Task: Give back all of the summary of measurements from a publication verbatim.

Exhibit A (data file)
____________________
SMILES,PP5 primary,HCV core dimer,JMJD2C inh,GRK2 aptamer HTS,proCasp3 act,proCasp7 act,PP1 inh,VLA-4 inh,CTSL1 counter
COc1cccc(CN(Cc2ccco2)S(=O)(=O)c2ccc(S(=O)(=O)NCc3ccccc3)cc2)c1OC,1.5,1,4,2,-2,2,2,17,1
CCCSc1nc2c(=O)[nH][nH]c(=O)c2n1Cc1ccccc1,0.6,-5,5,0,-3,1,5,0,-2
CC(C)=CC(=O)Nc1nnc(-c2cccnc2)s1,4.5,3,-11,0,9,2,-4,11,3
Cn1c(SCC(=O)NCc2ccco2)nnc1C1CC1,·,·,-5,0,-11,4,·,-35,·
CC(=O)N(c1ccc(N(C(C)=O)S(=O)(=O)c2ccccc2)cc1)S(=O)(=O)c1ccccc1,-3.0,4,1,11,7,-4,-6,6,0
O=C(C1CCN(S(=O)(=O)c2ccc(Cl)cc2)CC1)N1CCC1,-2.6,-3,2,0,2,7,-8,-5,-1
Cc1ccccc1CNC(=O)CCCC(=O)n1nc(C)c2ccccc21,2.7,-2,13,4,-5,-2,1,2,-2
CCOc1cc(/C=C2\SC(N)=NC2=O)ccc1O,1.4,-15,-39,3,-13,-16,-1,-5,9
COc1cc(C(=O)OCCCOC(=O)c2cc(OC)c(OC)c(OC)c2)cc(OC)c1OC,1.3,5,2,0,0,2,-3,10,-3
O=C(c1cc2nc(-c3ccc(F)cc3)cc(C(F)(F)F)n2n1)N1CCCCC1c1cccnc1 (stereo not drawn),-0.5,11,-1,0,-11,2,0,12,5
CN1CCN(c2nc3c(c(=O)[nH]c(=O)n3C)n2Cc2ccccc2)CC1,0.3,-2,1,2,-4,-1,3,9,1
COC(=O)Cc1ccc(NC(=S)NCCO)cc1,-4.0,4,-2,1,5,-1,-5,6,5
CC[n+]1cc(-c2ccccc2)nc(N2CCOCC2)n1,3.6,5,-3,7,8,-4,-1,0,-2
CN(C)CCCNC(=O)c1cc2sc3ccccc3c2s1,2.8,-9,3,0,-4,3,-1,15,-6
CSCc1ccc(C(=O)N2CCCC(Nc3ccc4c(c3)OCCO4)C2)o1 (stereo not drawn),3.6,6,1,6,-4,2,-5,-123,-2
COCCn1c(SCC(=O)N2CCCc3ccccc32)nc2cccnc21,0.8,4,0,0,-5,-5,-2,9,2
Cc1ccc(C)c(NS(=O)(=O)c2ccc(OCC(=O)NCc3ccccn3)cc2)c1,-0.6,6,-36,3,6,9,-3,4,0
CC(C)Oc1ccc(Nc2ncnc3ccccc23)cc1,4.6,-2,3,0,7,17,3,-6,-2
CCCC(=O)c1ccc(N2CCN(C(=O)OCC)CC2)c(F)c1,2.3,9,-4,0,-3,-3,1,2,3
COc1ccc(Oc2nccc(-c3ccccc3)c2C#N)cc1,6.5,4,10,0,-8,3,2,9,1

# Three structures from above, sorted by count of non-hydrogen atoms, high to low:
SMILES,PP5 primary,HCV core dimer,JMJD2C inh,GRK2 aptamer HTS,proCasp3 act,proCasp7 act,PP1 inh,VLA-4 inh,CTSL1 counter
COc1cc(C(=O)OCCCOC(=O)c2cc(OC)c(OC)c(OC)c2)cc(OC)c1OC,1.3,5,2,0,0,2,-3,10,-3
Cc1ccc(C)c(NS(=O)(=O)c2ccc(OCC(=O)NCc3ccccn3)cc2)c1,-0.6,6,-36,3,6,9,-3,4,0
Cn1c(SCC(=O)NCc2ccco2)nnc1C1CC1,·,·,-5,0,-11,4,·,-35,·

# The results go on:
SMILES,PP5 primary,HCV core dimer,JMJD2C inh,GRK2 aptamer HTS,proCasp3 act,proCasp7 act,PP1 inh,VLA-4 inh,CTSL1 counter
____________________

SMILES,PP5 primary,HCV core dimer,JMJD2C inh,GRK2 aptamer HTS,proCasp3 act,proCasp7 act,PP1 inh,VLA-4 inh,CTSL1 counter
COc1cccc(CN(Cc2ccco2)S(=O)(=O)c2ccc(S(=O)(=O)NCc3ccccc3)cc2)c1OC,1.5,1,4,2,-2,2,2,17,1
CCCSc1nc2c(=O)[nH][nH]c(=O)c2n1Cc1ccccc1,0.6,-5,5,0,-3,1,5,0,-2
CC(C)=CC(=O)Nc1nnc(-c2cccnc2)s1,4.5,3,-11,0,9,2,-4,11,3
Cn1c(SCC(=O)NCc2ccco2)nnc1C1CC1,·,·,-5,0,-11,4,·,-35,·
CC(=O)N(c1ccc(N(C(C)=O)S(=O)(=O)c2ccccc2)cc1)S(=O)(=O)c1ccccc1,-3.0,4,1,11,7,-4,-6,6,0
O=C(C1CCN(S(=O)(=O)c2ccc(Cl)cc2)CC1)N1CCC1,-2.6,-3,2,0,2,7,-8,-5,-1
Cc1ccccc1CNC(=O)CCCC(=O)n1nc(C)c2ccccc21,2.7,-2,13,4,-5,-2,1,2,-2
CCOc1cc(/C=C2\SC(N)=NC2=O)ccc1O,1.4,-15,-39,3,-13,-16,-1,-5,9
COc1cc(C(=O)OCCCOC(=O)c2cc(OC)c(OC)c(OC)c2)cc(OC)c1OC,1.3,5,2,0,0,2,-3,10,-3
O=C(c1cc2nc(-c3ccc(F)cc3)cc(C(F)(F)F)n2n1)N1CCCCC1c1cccnc1 (stereo not drawn),-0.5,11,-1,0,-11,2,0,12,5
CN1CCN(c2nc3c(c(=O)[nH]c(=O)n3C)n2Cc2ccccc2)CC1,0.3,-2,1,2,-4,-1,3,9,1
COC(=O)Cc1ccc(NC(=S)NCCO)cc1,-4.0,4,-2,1,5,-1,-5,6,5
CC[n+]1cc(-c2ccccc2)nc(N2CCOCC2)n1,3.6,5,-3,7,8,-4,-1,0,-2
CN(C)CCCNC(=O)c1cc2sc3ccccc3c2s1,2.8,-9,3,0,-4,3,-1,15,-6
CSCc1ccc(C(=O)N2CCCC(Nc3ccc4c(c3)OCCO4)C2)o1 (stereo not drawn),3.6,6,1,6,-4,2,-5,-123,-2
COCCn1c(SCC(=O)N2CCCc3ccccc32)nc2cccnc21,0.8,4,0,0,-5,-5,-2,9,2
Cc1ccc(C)c(NS(=O)(=O)c2ccc(OCC(=O)NCc3ccccn3)cc2)c1,-0.6,6,-36,3,6,9,-3,4,0
CC(C)Oc1ccc(Nc2ncnc3ccccc23)cc1,4.6,-2,3,0,7,17,3,-6,-2
CCCC(=O)c1ccc(N2CCN(C(=O)OCC)CC2)c(F)c1,2.3,9,-4,0,-3,-3,1,2,3
COc1ccc(Oc2nccc(-c3ccccc3)c2C#N)cc1,6.5,4,10,0,-8,3,2,9,1

# Three structures from above, sorted by count of non-hydrogen atoms, high to low:
SMILES,PP5 primary,HCV core dimer,JMJD2C inh,GRK2 aptamer HTS,proCasp3 act,proCasp7 act,PP1 inh,VLA-4 inh,CTSL1 counter
COc1cc(C(=O)OCCCOC(=O)c2cc(OC)c(OC)c(OC)c2)cc(OC)c1OC,1.3,5,2,0,0,2,-3,10,-3
Cc1ccc(C)c(NS(=O)(=O)c2ccc(OCC(=O)NCc3ccccn3)cc2)c1,-0.6,6,-36,3,6,9,-3,4,0
Cn1c(SCC(=O)NCc2ccco2)nnc1C1CC1,·,·,-5,0,-11,4,·,-35,·

# The results go on:
SMILES,PP5 primary,HCV core dimer,JMJD2C inh,GRK2 aptamer HTS,proCasp3 act,proCasp7 act,PP1 inh,VLA-4 inh,CTSL1 counter